Weekends during fall can include outings to view foliage, go tailgating or enjoy harvest festivals. Many of these activities include a traditional favorite, hot dogs with all the trimmings.
Whether it’s a camping trip, wiener roast or grilling out at a sporting event, remember the same rules of food safety apply for hot dogs as with all perishable food items.
Be sure to plan ahead to keep hot food hot and cold food cold when making preparations for purchasing, storing, preparing and serving hot dogs.
Follow the food safety rules when you serve hot dogs this fall. Don’t let food-borne illness spoil your fun.
Pay attention to dates on packages when purchasing hot dogs, store hot dogs at refrigerator or freezer temperatures, and serve hot dogs steaming hot with clean hands and utensils.
At the store
When purchasing hot dogs, there may be several types of dates on the package label. Product dating is voluntary; however, if a date is used it must state what the date means. The "sell by" date tells the store how long the hot dogs can be displayed for sale. Be sure to buy hot dogs before the date expires. The "use by" date is the last date recommended for use while the hot dogs are at peak quality, determined by the manufacturer. The "best if used by (or before) date" helps consumers know a precise date for peak quality or flavor of the hot dogs. The "expiration date" is to inform both stores and shoppers of the shelf life or the last day the hot dogs should be used.
Bringing them home
Once the hot dogs have been purchased, make sure they are immediately placed in a cooler or refrigerator at 40 degrees Fahrenheit or cooler, or frozen. If there is no product date, the hot dogs can be safely stored in the unopened package for two weeks at 40 degrees or cooler (refrigerator temperature), and one week at the same temperature once the package has been opened. For best quality, store hot dogs in the freezer no longer than one to two months.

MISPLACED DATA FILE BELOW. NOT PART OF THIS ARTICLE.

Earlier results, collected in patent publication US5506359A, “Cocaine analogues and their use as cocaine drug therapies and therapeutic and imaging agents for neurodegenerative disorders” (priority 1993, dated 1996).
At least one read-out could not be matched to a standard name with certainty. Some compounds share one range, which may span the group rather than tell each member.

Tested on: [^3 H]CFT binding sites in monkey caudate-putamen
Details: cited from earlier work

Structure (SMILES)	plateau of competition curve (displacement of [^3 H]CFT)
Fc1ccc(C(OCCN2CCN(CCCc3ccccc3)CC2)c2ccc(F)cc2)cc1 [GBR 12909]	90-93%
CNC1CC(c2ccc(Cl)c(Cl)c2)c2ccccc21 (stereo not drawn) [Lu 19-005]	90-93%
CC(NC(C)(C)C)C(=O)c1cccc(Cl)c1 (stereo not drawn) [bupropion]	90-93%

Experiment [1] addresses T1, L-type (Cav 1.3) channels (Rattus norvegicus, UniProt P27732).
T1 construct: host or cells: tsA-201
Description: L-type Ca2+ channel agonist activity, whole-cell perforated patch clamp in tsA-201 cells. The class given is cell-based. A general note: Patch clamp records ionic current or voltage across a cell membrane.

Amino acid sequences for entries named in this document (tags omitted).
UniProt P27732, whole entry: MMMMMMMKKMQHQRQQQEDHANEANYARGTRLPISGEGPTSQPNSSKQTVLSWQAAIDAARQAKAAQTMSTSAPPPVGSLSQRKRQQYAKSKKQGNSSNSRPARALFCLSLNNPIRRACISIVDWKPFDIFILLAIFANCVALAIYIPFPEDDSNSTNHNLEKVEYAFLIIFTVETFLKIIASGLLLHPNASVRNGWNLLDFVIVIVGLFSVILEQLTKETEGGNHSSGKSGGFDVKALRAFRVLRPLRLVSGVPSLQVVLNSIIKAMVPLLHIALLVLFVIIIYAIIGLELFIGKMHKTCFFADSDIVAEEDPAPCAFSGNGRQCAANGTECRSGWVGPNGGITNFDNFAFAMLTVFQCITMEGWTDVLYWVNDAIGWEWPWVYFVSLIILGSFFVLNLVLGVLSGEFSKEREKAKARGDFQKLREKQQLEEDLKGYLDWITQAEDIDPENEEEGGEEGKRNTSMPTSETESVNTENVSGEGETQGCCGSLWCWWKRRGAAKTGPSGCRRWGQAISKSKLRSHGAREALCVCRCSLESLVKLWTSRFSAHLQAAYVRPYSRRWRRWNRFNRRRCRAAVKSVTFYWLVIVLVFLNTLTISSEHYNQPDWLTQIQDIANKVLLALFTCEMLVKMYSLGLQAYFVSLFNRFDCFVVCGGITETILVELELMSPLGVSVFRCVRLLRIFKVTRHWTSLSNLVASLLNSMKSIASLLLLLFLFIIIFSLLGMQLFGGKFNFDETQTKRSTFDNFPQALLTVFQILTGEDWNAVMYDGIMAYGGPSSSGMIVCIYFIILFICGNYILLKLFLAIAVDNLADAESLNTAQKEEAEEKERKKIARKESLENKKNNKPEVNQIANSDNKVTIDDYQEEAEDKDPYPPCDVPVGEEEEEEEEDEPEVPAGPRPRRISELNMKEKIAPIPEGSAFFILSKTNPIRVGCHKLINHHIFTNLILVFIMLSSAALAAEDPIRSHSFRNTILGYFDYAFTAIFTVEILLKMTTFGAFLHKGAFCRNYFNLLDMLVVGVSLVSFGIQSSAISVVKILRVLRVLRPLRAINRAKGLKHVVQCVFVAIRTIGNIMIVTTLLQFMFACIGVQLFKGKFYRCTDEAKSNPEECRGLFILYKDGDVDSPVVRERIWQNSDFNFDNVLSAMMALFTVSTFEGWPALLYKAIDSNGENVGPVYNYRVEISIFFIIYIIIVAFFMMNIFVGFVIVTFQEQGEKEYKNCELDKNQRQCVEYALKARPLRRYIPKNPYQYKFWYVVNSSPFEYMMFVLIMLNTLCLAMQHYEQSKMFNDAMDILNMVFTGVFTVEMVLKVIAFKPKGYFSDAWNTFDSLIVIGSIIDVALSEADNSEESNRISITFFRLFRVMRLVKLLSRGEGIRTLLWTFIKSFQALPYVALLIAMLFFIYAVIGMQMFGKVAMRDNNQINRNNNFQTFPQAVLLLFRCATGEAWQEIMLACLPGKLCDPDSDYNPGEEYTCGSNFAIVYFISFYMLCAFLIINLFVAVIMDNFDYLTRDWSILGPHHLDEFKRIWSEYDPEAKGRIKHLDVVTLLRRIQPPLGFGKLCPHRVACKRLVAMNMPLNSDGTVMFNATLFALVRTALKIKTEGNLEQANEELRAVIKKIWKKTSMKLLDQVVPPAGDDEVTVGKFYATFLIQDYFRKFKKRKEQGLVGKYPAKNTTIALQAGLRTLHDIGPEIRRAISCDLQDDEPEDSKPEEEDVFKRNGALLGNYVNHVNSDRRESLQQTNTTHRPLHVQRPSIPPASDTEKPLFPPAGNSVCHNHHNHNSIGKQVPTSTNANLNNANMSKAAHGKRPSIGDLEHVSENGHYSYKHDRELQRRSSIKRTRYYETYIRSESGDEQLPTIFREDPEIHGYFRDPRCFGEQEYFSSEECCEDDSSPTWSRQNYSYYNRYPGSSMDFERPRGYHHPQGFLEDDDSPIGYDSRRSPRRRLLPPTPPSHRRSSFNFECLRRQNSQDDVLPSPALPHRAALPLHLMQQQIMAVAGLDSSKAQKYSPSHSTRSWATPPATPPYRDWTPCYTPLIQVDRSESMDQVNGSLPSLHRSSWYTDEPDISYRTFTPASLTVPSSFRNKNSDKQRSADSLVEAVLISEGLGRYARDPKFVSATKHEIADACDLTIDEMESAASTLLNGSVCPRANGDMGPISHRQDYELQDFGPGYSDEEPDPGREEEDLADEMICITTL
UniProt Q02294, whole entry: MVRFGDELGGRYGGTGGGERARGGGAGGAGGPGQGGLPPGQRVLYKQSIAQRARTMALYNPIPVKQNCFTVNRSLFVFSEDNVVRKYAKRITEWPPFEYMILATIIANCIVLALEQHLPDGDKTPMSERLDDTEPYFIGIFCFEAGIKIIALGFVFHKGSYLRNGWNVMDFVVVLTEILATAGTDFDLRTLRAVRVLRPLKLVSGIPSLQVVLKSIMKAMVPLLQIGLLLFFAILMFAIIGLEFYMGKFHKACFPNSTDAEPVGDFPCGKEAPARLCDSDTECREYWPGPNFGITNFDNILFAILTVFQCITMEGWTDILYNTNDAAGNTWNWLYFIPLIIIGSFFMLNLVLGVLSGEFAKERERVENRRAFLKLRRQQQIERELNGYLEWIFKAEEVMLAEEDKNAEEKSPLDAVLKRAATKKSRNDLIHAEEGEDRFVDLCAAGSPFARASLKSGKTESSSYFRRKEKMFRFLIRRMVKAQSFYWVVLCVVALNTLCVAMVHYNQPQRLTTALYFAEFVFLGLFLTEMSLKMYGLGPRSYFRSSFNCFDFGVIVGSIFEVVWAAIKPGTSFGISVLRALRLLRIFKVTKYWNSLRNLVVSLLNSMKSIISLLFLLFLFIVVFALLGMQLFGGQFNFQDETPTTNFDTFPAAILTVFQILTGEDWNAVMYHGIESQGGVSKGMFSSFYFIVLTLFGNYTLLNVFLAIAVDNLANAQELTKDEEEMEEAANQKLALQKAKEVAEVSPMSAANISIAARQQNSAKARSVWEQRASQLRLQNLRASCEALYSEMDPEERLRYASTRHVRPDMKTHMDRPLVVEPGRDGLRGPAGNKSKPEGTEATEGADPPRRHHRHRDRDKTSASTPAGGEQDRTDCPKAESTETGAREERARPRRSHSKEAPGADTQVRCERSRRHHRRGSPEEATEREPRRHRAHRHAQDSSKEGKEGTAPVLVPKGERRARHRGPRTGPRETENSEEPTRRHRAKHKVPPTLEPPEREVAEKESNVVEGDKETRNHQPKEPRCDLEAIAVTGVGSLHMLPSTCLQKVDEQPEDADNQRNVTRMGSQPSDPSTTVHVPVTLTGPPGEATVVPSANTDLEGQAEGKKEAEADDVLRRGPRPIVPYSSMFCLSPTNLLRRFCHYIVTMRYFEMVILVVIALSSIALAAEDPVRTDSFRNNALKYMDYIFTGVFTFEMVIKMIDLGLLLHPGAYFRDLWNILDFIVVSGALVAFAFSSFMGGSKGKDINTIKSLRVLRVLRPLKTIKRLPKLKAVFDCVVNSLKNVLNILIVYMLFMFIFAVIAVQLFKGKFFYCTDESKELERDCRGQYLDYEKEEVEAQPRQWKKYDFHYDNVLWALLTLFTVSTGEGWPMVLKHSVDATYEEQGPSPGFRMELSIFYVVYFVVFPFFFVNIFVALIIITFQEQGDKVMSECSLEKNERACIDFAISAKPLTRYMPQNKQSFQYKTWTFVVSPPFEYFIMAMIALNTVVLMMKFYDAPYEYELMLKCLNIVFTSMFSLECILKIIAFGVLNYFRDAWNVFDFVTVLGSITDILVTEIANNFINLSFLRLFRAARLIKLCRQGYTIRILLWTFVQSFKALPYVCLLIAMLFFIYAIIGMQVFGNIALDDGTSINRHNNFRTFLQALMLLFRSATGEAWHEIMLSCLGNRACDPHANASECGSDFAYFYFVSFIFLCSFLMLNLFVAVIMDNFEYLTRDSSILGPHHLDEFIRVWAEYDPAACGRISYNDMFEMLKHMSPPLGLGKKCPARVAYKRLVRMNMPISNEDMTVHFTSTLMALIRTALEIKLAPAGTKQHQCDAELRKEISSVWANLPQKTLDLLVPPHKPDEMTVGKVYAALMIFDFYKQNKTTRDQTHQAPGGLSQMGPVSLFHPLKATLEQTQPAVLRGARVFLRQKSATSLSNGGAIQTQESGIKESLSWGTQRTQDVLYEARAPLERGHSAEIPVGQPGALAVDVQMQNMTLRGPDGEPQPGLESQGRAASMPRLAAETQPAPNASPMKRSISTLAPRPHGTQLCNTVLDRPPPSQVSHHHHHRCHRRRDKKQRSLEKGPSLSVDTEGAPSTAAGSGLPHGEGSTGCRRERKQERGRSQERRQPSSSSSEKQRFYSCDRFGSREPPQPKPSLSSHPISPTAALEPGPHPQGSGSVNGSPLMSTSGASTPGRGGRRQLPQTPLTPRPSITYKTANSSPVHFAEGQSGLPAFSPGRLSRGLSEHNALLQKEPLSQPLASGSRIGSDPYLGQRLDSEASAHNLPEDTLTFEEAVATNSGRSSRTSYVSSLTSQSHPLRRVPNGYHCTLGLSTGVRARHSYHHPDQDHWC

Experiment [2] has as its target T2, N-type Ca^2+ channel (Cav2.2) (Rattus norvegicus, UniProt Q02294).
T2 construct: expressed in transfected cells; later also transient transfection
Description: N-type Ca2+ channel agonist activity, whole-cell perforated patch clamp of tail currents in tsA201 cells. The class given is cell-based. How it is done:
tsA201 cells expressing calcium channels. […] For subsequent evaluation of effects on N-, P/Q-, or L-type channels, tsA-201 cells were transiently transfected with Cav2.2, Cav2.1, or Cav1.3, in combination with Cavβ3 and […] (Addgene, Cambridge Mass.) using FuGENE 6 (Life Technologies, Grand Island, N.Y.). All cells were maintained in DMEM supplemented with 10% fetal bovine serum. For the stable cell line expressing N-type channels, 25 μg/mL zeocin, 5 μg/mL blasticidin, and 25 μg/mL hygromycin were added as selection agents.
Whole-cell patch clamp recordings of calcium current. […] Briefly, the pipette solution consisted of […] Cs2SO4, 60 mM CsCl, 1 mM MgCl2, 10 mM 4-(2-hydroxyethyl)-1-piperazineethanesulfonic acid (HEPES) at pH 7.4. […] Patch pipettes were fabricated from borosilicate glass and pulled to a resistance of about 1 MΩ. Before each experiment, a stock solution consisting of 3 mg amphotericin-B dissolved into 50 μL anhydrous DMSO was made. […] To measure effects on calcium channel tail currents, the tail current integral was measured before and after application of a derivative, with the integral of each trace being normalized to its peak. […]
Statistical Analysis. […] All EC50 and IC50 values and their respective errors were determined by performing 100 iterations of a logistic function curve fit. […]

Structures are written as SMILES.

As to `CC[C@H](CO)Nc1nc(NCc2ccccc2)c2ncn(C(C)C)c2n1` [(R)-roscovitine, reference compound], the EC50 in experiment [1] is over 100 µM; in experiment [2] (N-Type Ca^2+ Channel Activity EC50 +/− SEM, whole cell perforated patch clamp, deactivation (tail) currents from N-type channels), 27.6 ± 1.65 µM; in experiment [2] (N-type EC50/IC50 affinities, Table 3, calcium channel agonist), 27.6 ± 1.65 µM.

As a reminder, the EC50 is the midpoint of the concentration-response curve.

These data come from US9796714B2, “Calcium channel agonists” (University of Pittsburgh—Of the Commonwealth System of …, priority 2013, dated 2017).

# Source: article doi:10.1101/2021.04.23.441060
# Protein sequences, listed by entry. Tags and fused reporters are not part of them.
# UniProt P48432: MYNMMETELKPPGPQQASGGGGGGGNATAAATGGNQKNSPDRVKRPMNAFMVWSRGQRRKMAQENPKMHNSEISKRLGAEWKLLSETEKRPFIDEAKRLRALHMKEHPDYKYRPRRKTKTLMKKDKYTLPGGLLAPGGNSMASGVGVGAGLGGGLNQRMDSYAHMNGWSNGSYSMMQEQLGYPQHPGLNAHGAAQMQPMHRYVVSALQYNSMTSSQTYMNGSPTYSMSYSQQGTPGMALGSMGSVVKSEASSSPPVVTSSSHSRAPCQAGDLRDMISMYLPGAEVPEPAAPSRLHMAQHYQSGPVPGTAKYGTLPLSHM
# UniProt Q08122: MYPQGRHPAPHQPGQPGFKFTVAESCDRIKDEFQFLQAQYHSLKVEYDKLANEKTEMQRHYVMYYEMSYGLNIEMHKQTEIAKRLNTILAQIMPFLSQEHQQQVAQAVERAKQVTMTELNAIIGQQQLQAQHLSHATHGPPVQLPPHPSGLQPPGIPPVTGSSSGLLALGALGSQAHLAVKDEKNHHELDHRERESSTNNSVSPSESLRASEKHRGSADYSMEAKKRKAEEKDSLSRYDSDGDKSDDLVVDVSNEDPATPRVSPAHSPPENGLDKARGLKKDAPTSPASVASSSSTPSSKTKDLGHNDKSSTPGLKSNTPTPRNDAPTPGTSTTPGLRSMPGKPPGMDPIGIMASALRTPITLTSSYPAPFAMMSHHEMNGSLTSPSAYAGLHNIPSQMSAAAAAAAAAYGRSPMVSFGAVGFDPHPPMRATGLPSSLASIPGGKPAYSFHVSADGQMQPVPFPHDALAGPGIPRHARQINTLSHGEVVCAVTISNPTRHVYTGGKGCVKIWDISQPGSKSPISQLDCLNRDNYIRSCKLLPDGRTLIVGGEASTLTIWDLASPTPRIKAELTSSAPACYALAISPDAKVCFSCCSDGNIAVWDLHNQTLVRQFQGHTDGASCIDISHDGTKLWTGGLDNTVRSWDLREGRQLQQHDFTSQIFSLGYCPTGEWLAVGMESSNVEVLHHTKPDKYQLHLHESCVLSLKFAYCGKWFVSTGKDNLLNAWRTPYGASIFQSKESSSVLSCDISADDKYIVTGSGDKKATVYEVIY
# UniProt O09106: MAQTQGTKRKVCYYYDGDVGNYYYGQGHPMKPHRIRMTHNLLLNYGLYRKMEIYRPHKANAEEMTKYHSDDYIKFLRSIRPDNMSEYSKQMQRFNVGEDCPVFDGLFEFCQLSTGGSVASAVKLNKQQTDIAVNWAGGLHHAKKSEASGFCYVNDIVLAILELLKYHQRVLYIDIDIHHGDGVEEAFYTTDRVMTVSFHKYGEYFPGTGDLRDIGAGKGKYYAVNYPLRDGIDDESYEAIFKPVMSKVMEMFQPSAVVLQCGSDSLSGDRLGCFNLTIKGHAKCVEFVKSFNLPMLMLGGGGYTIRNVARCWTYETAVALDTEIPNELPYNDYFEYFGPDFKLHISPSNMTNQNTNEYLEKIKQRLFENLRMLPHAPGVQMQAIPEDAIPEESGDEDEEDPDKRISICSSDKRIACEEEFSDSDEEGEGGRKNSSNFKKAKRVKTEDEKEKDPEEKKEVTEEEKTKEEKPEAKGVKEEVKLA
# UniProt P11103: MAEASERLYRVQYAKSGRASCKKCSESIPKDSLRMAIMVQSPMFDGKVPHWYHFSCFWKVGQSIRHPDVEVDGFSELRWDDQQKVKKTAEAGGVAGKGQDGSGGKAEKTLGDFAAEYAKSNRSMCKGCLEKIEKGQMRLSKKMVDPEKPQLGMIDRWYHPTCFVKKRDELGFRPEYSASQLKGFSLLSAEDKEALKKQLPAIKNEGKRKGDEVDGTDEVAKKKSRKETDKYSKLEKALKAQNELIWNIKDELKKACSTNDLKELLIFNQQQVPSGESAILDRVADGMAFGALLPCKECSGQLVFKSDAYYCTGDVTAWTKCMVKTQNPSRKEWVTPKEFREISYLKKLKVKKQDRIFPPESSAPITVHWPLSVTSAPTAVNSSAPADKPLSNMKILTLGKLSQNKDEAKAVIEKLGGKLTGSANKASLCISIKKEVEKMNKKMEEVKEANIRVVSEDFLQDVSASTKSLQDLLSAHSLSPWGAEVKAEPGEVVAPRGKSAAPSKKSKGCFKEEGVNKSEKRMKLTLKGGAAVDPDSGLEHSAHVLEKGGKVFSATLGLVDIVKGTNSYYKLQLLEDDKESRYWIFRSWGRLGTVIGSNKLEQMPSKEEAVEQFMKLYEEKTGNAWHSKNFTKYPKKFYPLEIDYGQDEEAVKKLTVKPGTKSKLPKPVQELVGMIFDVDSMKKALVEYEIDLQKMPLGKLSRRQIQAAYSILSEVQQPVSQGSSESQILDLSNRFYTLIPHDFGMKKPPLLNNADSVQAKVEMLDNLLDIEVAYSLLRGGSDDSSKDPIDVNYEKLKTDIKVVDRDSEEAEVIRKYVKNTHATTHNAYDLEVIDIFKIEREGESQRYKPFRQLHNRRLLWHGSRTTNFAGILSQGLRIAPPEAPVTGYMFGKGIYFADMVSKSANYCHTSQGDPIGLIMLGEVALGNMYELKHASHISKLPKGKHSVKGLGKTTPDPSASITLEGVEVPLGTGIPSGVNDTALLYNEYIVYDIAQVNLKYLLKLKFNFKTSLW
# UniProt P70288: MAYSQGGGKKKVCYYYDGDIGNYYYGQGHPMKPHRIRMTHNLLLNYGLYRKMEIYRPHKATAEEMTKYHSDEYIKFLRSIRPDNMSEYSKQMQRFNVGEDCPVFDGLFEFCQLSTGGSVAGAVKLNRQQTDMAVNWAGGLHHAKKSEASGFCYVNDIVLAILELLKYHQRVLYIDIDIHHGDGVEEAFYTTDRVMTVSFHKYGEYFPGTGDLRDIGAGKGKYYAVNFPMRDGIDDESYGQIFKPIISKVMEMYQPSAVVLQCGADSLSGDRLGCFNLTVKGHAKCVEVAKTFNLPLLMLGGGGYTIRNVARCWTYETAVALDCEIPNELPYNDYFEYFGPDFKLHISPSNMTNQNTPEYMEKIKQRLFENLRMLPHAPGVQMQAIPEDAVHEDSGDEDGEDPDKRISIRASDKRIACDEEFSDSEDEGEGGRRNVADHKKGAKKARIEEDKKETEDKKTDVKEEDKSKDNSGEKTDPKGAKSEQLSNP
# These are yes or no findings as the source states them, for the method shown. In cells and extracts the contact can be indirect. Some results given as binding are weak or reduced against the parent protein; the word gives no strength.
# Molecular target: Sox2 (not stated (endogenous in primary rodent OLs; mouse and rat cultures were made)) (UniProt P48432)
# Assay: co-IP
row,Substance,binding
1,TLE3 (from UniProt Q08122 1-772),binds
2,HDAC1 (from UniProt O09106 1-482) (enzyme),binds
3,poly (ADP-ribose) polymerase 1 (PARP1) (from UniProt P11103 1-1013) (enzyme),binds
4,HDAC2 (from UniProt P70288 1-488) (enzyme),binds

A word on Listeriosis
Listerosis, a food-borne illness caused by eating food contaminated with the harmful bacteria listeria monocytogenes, has recently been identified as an important public health problem in the United States and may occur in certain ready-to-eat foods such as hot dogs. Listeria is killed by pasteurization and cooking, but the bacteria can contaminate foods after processing and before packaging. Listeria can still grow at refrigerated temperatures and has the ability to multiply in refrigerated foods such as hot dogs, causing the food-borne illness listeriosis. Listeriosis can be very harmful to high-risk individuals such as children, the elderly, pregnant women and individuals with weakened immune systems.
Cooking hot dogs
Although all hot dogs are fully cooked, they should always be reheated as a precautionary measure to prevent listeriosis. People at risk may choose to avoid eating hot dogs unless they are reheated. Use a food thermometer to make sure hot dogs reach an internal temperature of 165 degrees Fahrenheit or cook until steaming hot throughout. Then, don’t cross contaminate! Wash hands, surfaces and utensils after handling packaged hot dogs. Keep the packaged hot dogs and juices separate from other foods, utensils, and food preparation and serving surfaces. And, as with all perishable foods, never leave hot dogs at room temperature for more than two hours, one hour if the temperature is 90 degrees or higher. Refrigerate or place leftover hot dogs in a cooler at 40 degrees or cooler, and when in doubt, throw them out!